Right now public sector employee wages are much higher than private sector. Unfortunately for public employees, their wages and benefits will need to come in line with the private sector. That's just the way economics works.
Posted by I know, a resident of the South of Midtown neighborhood, on Oct 22, 2009 at 7:45 am
Excuse me but how can Jim Keene ask for people to give up salaries and benefits when he himself does not practice what he preaches. Why doesn't Jim give up his extras, like his city home loan and car who the city pays for along with his med benefits and retirement. Increase that home loan and make him pay for his own car and gas. If anyone can afford such increases it's Keene. A city leader should lead, by showing his fellow workers he is willing to help the financaly difficulties with the city. And not taking a cut in cost increase of your salary is not enough, as you are making city workers give up alot more then that! Shame on you!
Posted by lazlo, a resident of the Old Palo Alto neighborhood, on Oct 22, 2009 at 8:09 am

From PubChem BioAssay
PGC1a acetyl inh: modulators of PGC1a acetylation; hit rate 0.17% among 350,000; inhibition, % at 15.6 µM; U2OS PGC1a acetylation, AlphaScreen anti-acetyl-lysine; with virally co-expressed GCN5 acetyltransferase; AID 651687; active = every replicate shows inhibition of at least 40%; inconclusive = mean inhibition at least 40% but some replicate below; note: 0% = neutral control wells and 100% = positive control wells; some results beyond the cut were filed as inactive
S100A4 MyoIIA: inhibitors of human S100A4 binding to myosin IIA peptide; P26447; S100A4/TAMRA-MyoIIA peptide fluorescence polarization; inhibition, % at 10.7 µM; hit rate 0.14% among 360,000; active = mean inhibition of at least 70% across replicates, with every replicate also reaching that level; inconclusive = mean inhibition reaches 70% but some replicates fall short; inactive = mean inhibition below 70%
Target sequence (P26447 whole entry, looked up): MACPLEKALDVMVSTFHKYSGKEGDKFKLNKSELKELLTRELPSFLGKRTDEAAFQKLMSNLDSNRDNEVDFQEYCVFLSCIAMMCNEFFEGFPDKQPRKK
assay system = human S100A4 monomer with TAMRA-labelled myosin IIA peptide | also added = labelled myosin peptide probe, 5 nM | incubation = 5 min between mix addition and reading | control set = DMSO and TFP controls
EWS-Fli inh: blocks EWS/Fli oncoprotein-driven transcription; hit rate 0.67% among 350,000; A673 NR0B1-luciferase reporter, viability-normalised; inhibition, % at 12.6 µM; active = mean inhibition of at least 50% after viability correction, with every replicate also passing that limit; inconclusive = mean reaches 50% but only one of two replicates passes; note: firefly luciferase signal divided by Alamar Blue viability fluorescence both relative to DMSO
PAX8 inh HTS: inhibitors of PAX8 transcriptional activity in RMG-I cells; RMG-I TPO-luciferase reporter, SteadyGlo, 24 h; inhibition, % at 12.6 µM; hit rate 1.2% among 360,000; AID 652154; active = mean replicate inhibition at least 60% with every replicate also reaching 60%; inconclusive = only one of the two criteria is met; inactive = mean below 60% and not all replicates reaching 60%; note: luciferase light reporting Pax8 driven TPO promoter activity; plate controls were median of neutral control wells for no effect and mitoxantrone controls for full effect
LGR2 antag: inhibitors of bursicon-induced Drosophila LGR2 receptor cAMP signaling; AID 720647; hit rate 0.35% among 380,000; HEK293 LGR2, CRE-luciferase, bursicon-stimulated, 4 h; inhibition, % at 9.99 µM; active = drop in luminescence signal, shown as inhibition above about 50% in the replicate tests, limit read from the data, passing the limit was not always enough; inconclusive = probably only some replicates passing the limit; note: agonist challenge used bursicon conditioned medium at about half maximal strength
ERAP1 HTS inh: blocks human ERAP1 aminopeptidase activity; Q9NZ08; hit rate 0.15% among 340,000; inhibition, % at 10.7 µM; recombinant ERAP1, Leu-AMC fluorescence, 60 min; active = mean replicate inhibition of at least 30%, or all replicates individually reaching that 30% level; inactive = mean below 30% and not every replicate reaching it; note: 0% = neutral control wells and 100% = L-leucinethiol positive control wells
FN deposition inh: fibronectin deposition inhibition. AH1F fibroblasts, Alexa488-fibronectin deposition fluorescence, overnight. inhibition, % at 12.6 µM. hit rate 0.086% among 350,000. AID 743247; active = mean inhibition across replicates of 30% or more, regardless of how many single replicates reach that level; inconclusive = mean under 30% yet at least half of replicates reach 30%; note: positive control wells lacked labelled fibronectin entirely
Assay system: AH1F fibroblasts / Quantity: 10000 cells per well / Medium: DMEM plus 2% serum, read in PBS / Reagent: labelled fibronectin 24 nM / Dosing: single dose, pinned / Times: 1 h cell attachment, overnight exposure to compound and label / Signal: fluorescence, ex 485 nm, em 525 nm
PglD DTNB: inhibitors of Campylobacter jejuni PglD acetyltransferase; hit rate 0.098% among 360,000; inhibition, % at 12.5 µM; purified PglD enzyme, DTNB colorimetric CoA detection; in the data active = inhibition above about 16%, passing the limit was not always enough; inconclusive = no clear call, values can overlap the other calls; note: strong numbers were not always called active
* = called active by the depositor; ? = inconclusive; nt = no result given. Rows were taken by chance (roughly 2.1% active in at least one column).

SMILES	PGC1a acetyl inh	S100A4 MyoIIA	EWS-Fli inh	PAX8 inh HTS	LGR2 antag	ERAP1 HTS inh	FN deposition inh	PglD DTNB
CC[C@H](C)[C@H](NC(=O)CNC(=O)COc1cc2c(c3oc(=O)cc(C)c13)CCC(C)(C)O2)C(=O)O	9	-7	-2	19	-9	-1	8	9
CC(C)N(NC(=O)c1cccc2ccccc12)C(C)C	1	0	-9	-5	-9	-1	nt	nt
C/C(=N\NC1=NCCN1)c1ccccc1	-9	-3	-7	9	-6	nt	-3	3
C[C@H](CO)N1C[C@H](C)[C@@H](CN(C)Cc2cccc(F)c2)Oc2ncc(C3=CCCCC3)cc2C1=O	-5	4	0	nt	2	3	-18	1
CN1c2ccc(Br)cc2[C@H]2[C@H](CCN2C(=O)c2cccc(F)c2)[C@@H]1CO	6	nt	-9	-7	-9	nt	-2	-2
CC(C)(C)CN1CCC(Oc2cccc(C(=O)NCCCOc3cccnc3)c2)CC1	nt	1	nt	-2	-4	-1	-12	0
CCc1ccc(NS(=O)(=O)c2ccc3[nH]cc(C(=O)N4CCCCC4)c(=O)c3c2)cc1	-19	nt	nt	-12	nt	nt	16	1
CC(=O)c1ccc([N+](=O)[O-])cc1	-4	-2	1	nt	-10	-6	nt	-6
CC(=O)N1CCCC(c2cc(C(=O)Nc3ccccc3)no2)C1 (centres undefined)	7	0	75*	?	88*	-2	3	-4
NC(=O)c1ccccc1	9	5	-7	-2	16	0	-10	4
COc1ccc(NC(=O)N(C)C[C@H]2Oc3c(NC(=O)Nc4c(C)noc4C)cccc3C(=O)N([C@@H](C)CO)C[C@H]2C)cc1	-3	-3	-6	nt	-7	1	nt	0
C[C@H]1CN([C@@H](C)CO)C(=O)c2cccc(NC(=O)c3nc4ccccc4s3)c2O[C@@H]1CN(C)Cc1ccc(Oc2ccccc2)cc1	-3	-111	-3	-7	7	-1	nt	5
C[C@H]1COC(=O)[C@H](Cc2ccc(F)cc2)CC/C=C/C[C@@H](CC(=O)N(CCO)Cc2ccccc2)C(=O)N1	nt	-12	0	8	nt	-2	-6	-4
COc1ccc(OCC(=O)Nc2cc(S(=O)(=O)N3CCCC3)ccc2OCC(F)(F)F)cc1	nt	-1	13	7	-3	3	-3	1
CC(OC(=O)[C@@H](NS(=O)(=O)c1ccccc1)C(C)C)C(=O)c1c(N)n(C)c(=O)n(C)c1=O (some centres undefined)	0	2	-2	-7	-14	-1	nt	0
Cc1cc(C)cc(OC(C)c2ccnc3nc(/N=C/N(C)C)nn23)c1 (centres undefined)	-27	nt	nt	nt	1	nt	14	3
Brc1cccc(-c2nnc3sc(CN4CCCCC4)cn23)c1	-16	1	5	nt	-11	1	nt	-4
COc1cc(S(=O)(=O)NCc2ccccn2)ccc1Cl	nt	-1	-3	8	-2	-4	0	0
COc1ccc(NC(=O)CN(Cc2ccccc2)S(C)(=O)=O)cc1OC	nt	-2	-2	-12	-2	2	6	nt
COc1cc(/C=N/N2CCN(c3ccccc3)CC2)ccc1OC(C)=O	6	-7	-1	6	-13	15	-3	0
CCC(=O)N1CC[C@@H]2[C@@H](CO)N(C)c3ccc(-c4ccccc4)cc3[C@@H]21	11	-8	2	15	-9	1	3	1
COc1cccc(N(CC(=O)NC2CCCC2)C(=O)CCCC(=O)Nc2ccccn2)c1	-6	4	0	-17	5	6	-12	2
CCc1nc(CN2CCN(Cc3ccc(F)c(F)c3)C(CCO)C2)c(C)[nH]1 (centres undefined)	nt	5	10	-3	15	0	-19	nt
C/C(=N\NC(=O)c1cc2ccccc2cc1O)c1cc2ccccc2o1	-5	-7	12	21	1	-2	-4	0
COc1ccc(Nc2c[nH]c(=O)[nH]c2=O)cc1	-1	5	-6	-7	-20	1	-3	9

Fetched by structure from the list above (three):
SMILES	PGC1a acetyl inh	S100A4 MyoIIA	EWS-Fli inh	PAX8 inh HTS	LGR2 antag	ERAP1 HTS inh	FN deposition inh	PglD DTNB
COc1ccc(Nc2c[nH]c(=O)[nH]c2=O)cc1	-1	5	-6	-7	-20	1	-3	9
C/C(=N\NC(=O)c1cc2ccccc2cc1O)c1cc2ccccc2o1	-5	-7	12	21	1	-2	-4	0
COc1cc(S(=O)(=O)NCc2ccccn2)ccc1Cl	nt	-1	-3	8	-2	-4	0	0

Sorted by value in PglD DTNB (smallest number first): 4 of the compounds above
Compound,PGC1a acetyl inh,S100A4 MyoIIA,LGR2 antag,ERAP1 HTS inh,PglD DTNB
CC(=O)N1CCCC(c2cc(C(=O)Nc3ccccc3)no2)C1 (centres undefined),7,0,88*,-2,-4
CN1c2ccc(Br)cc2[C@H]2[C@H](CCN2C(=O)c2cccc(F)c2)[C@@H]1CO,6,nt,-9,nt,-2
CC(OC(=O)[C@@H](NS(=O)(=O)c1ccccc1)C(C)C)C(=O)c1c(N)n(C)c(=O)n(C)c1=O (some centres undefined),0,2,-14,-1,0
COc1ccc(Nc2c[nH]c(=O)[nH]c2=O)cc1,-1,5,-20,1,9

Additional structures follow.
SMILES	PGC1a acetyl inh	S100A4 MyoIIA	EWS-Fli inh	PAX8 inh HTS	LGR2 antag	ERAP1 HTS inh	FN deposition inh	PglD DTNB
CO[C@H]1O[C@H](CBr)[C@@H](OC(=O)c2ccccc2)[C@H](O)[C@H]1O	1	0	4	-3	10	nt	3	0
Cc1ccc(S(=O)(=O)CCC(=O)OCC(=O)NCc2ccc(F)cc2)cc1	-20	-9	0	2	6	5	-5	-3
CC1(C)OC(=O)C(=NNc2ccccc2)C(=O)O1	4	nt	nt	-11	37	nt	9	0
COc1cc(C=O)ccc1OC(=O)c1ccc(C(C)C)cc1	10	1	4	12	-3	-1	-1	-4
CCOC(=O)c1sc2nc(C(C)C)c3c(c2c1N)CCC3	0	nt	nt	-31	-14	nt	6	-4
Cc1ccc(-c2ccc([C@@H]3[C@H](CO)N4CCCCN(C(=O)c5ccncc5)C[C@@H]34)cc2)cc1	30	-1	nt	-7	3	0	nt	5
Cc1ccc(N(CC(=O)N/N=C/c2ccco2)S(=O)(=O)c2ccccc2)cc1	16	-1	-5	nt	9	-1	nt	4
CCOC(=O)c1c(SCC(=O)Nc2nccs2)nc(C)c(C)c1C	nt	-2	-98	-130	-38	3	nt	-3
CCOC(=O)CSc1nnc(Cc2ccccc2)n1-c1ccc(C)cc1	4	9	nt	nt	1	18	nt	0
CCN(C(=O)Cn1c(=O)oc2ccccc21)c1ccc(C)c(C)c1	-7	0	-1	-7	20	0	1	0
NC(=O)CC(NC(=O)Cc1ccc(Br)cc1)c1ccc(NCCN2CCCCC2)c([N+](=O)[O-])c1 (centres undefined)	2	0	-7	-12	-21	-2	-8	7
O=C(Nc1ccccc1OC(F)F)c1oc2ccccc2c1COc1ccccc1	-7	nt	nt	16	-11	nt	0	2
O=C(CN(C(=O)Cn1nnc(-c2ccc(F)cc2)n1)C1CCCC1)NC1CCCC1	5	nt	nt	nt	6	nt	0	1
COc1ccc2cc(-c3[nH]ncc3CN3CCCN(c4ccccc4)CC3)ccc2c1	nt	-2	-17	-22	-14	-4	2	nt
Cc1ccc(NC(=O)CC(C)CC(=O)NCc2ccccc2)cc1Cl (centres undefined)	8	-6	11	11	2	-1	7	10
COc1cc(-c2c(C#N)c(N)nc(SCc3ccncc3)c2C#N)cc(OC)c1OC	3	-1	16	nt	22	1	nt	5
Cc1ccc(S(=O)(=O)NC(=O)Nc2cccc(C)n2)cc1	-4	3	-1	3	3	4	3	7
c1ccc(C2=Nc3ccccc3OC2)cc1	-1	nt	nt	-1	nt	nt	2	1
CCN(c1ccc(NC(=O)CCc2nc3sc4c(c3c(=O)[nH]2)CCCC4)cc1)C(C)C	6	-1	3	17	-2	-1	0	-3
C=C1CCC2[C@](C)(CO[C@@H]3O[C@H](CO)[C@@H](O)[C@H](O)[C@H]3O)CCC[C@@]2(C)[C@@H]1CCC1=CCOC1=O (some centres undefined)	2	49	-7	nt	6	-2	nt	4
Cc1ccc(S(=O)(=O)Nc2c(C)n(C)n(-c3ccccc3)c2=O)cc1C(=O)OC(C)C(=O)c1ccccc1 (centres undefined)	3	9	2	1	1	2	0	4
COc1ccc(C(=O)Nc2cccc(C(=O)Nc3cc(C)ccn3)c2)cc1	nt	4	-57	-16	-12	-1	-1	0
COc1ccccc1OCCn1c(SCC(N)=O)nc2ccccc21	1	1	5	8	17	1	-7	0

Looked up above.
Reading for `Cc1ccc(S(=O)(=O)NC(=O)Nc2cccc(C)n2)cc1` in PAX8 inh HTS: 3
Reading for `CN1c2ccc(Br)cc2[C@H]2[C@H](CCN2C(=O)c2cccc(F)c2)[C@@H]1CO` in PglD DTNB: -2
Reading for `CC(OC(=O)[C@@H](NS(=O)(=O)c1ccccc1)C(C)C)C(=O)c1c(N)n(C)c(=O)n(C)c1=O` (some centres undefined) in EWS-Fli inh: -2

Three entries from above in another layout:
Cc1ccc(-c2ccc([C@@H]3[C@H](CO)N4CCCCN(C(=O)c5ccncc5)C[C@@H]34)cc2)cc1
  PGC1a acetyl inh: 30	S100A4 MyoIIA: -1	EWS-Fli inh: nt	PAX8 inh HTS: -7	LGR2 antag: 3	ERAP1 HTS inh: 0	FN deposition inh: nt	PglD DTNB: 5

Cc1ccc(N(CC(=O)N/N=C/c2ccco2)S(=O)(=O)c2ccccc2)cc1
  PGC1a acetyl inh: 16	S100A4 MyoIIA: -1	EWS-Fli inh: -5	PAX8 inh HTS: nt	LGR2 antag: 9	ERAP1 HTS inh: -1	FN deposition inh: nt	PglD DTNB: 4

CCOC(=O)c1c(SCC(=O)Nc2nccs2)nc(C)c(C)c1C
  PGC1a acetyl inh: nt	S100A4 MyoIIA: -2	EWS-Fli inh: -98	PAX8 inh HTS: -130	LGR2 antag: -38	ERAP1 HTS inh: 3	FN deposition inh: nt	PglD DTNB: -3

I guess it's all about how a paper editorializes a story to sway public reaction. Weekly says union rejected city's last best offer... maybe it should read city rejected unions last best offer. The Weekly has always towed the city line. Why not headline the story that both sides are at an impasse, give us the information, and let us form an educated opinion without your editors biased views on the story and leave the editorials for the opinion page.
Posted by Open Gov, a resident of Another Palo Alto neighborhood, on Oct 22, 2009 at 9:00 am
A Noun Ea Mus,
It sounds like there is some bad information out there on the business tax, measure A. If it passes next month the "$3 million" estimate in new revenue won't be a possibility until 2012, when the tax goes fully into place. By attempting to fix a current budget shortfall based on a future source of such a small amount of estimated revenue without accounting for future deficits is clearly taking a page out of the Lehman Brothers playbook....